Apart from theatre intended to appease supporters of the coalition government, I am struggling to understand the case being made against former finance minister Ashni Singh and former head of NICIL Winston Brassington. Succinctly, by my comprehension, Singh and Brassington are charged with public misconduct for at various points in their ministerial and executive careers selling pieces of government land in and around Liliendaal below the valuation price or without doing a valuation. In their defence, the accused claim that they did nothing wrong as their actions were in keeping with the law and/or common practice and were agreed to by Cabinet and the NICIL board.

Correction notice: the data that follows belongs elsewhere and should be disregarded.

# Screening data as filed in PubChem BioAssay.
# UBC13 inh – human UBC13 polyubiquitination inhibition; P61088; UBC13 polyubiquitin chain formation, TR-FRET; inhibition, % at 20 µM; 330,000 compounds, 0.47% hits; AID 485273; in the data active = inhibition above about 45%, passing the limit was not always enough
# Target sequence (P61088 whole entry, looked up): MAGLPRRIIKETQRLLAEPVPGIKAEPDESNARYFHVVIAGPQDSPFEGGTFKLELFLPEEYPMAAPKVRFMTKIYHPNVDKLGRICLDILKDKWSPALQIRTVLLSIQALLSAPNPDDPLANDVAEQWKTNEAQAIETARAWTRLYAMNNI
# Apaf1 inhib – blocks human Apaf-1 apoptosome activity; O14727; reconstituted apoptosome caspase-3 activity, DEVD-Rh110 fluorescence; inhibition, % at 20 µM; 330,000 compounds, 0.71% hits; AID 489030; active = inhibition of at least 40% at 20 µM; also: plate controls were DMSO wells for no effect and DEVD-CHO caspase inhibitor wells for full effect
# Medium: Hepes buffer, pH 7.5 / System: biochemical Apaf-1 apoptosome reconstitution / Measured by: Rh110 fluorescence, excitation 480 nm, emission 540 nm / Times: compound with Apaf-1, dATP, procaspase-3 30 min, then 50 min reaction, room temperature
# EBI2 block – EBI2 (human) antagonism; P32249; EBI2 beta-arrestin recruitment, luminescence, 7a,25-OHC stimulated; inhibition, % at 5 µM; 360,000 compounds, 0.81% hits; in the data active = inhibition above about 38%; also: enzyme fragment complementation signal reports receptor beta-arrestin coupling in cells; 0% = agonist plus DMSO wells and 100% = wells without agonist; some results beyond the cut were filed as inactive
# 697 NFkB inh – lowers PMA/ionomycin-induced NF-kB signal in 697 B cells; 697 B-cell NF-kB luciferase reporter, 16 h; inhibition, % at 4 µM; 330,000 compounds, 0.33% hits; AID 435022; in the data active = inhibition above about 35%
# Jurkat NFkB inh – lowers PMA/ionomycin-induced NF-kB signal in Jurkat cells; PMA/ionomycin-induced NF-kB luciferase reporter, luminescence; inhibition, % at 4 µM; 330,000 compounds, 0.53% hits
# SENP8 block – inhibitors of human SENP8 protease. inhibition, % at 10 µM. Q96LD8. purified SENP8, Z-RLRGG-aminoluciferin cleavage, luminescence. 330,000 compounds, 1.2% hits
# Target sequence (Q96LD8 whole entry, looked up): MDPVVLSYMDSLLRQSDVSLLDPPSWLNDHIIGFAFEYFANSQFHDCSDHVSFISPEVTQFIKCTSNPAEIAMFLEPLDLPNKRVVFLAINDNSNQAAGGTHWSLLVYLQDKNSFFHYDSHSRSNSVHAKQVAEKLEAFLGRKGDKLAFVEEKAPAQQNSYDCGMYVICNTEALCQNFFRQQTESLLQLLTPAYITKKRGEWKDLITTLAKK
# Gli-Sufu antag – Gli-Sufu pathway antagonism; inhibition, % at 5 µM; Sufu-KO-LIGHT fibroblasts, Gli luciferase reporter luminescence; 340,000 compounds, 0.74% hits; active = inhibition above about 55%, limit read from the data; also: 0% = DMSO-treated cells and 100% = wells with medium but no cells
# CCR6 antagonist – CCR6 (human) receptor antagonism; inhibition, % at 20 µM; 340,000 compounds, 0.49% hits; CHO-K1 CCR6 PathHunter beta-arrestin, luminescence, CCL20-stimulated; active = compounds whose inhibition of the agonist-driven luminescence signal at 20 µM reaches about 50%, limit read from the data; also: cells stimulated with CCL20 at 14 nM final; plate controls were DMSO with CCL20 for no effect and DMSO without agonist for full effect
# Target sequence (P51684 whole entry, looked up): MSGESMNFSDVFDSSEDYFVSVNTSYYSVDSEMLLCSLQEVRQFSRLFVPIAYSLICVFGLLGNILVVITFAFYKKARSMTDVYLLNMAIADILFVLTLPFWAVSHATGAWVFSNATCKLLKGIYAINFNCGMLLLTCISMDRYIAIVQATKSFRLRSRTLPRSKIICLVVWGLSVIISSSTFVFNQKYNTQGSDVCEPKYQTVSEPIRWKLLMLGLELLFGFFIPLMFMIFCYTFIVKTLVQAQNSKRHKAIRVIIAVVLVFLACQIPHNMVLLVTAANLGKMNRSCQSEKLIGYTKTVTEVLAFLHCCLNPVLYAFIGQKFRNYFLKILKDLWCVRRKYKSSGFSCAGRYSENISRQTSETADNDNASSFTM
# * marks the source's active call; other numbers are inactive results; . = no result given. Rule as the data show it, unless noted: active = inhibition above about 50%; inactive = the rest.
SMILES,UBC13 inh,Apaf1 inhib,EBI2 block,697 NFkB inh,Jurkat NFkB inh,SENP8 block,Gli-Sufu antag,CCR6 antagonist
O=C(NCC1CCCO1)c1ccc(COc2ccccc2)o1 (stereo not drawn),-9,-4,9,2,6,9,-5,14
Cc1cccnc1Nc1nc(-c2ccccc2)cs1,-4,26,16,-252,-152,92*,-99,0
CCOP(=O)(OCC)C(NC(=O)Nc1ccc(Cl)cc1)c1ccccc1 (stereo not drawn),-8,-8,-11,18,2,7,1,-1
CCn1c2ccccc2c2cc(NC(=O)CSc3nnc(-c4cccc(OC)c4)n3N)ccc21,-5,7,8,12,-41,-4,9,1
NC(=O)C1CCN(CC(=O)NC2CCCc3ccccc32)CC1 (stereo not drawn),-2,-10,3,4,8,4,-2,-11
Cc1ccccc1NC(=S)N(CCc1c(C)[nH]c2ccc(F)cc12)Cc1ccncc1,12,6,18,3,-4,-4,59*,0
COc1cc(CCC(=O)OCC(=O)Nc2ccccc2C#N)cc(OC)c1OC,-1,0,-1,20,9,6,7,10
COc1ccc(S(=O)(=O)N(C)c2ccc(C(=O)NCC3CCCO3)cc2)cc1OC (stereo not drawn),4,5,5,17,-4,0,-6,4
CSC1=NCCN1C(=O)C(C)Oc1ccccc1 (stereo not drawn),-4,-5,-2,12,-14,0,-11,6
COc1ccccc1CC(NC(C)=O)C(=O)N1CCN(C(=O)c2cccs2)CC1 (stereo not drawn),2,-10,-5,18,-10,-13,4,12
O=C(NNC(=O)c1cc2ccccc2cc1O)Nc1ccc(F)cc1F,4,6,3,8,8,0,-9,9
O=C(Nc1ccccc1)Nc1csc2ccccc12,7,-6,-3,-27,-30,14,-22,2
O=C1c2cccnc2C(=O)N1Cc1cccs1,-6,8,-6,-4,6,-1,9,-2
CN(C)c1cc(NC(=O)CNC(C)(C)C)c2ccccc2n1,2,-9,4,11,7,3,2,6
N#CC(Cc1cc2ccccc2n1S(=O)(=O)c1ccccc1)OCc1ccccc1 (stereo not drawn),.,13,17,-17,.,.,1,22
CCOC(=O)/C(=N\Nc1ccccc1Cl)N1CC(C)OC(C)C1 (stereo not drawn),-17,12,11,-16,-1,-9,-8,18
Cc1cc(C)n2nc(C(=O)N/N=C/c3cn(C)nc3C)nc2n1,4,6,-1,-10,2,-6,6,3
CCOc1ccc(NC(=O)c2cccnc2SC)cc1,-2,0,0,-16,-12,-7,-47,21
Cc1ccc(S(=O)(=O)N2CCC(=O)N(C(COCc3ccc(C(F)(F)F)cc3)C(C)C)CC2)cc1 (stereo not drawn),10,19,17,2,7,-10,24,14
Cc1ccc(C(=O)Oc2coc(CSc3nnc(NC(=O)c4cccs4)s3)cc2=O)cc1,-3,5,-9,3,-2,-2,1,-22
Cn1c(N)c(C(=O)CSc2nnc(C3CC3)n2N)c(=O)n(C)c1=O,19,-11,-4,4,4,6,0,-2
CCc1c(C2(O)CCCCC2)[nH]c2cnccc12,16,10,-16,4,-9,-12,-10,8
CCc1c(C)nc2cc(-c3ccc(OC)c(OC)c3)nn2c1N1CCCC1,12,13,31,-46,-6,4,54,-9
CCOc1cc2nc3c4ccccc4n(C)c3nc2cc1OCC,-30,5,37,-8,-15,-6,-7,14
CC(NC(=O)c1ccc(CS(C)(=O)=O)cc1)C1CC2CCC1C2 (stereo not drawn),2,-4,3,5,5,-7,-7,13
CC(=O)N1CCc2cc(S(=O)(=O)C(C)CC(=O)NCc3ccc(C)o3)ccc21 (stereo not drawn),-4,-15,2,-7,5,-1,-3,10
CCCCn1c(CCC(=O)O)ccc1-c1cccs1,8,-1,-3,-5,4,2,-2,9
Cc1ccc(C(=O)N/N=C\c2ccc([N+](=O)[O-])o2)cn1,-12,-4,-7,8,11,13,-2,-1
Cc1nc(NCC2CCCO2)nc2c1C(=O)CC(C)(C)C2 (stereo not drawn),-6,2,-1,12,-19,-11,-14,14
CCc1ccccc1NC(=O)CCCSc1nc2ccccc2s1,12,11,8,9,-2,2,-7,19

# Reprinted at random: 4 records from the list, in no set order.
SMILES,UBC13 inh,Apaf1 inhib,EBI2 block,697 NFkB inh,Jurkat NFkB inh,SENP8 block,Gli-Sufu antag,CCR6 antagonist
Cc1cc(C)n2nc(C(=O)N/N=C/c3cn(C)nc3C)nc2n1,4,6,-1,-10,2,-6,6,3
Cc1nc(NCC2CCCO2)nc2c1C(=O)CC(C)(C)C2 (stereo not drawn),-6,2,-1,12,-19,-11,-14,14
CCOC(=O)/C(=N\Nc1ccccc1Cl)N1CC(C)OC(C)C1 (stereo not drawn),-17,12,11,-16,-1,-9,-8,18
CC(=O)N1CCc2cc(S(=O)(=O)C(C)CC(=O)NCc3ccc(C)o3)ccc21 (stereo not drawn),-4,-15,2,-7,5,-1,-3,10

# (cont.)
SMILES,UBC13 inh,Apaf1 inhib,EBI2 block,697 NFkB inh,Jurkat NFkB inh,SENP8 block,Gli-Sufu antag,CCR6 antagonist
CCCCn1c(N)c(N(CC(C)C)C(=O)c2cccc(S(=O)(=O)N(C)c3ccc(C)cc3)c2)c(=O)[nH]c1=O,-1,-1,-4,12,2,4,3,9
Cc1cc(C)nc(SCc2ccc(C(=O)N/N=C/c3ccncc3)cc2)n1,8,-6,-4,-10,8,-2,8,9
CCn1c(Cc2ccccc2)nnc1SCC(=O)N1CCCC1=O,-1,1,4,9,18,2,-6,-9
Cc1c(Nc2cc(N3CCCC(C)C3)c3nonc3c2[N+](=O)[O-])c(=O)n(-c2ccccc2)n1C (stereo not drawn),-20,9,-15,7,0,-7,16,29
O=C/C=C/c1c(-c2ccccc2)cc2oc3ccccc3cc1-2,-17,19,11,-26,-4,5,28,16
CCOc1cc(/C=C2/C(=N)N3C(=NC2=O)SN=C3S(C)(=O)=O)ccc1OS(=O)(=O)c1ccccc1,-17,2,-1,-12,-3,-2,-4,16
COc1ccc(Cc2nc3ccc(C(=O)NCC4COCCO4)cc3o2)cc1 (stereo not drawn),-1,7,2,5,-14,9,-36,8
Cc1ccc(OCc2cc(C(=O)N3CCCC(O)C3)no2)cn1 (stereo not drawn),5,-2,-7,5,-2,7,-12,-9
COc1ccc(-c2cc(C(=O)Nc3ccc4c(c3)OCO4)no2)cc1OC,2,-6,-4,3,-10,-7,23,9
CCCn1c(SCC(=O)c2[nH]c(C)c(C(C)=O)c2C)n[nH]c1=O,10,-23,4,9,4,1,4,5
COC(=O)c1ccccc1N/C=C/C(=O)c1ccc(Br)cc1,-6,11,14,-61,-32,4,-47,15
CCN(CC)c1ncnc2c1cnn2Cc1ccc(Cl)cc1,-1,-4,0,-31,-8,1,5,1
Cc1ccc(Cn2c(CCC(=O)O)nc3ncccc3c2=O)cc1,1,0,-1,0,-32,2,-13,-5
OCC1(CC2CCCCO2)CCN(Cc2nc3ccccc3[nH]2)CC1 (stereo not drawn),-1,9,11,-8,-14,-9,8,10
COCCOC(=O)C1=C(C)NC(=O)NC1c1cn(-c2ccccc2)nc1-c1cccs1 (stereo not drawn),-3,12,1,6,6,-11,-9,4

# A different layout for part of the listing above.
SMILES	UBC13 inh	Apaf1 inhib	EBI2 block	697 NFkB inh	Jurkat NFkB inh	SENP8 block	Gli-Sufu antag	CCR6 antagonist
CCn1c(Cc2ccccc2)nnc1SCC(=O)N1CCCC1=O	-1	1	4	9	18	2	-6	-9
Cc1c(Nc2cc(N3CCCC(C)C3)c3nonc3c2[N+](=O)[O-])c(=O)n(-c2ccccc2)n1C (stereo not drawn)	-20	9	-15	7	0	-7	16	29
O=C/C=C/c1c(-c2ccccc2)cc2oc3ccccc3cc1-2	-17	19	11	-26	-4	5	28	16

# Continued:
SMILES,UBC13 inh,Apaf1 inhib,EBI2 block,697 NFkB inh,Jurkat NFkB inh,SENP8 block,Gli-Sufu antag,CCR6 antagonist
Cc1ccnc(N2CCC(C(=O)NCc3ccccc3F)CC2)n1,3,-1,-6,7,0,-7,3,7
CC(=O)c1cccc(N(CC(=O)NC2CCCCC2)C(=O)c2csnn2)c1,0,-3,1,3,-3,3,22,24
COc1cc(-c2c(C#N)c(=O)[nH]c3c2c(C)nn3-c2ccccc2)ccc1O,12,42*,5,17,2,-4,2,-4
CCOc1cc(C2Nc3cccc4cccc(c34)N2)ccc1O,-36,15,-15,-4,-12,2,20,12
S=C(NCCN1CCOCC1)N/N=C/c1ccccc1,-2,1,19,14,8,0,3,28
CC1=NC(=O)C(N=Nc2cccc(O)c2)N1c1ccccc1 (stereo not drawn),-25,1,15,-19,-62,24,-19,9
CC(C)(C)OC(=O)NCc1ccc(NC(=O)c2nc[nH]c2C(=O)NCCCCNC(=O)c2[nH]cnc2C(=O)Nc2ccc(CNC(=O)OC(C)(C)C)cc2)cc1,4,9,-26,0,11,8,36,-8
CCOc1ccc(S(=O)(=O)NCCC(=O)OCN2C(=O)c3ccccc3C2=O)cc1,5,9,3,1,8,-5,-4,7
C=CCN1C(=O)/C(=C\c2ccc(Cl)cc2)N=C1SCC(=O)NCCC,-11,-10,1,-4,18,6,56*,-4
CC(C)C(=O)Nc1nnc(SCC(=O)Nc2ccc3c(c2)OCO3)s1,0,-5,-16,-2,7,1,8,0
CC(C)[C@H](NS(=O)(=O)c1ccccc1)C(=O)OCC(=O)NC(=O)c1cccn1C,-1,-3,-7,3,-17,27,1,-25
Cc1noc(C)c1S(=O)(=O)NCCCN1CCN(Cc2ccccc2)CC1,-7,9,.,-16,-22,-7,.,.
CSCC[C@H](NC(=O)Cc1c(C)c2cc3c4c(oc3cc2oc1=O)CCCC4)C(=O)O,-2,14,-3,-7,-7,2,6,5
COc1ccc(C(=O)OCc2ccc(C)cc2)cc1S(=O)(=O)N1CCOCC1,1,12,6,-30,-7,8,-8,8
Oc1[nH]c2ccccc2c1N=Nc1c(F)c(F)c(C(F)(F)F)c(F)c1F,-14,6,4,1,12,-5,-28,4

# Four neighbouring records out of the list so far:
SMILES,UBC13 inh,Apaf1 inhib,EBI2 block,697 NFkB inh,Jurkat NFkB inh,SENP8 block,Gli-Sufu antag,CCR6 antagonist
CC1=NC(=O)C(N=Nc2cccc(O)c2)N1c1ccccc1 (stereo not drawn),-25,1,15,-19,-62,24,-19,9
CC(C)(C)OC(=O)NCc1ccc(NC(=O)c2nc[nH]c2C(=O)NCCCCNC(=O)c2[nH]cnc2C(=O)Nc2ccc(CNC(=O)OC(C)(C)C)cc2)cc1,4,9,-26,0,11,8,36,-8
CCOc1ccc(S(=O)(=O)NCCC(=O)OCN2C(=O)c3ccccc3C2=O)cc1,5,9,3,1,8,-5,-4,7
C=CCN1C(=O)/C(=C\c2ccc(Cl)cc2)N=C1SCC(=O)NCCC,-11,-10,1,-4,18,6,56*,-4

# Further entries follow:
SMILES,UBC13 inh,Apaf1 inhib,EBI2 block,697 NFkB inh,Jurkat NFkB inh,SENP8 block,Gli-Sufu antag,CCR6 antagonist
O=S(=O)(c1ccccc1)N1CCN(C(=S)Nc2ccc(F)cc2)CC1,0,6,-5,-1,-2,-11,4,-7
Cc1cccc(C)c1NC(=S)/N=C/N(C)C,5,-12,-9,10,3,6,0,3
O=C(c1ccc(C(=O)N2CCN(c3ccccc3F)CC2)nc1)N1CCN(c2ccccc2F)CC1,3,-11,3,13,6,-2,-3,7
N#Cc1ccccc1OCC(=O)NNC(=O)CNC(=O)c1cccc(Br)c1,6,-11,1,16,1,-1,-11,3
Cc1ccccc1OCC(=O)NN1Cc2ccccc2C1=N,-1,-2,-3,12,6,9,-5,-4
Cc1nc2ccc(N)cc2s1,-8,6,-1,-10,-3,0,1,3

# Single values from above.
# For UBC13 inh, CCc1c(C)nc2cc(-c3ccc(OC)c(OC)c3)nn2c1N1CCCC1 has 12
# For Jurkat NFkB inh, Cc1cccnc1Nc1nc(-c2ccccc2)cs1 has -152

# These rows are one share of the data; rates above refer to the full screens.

With regard to practice, there is an aptly titled letter ‘Many of the land sales by the Privatisation Unit looked at multiple development considerations’ in which Mr. Brassington gave examples to further buttress the defence’s contention (SN:2/5/2018). And leaning upon Odeen Ishmael’s ‘The Rush towards privatization 1989-1992’, former attorney general Anil Nandlall in support of the accused directed us to the late president Desmond Hoyte’s approach to privatisation, which he claims was highly untransparent and disadvantageous to Guyana. He claimed, for example, that many of the privatisation agreements were signed by Hoyte’s confidential secretary and that Demerara Woods Ltd was sold in 1991 to Lord Beaverbrook, who also obtained a 50-year lease for 1.1 million acres of rain forest, for £9.7 million. After some mergers, in 1992, Demerara Timbers was valued at £74 million and the rainforest concession alone was estimated at between US$160 million and US$206 million’ (SN: 5/5/2018)…..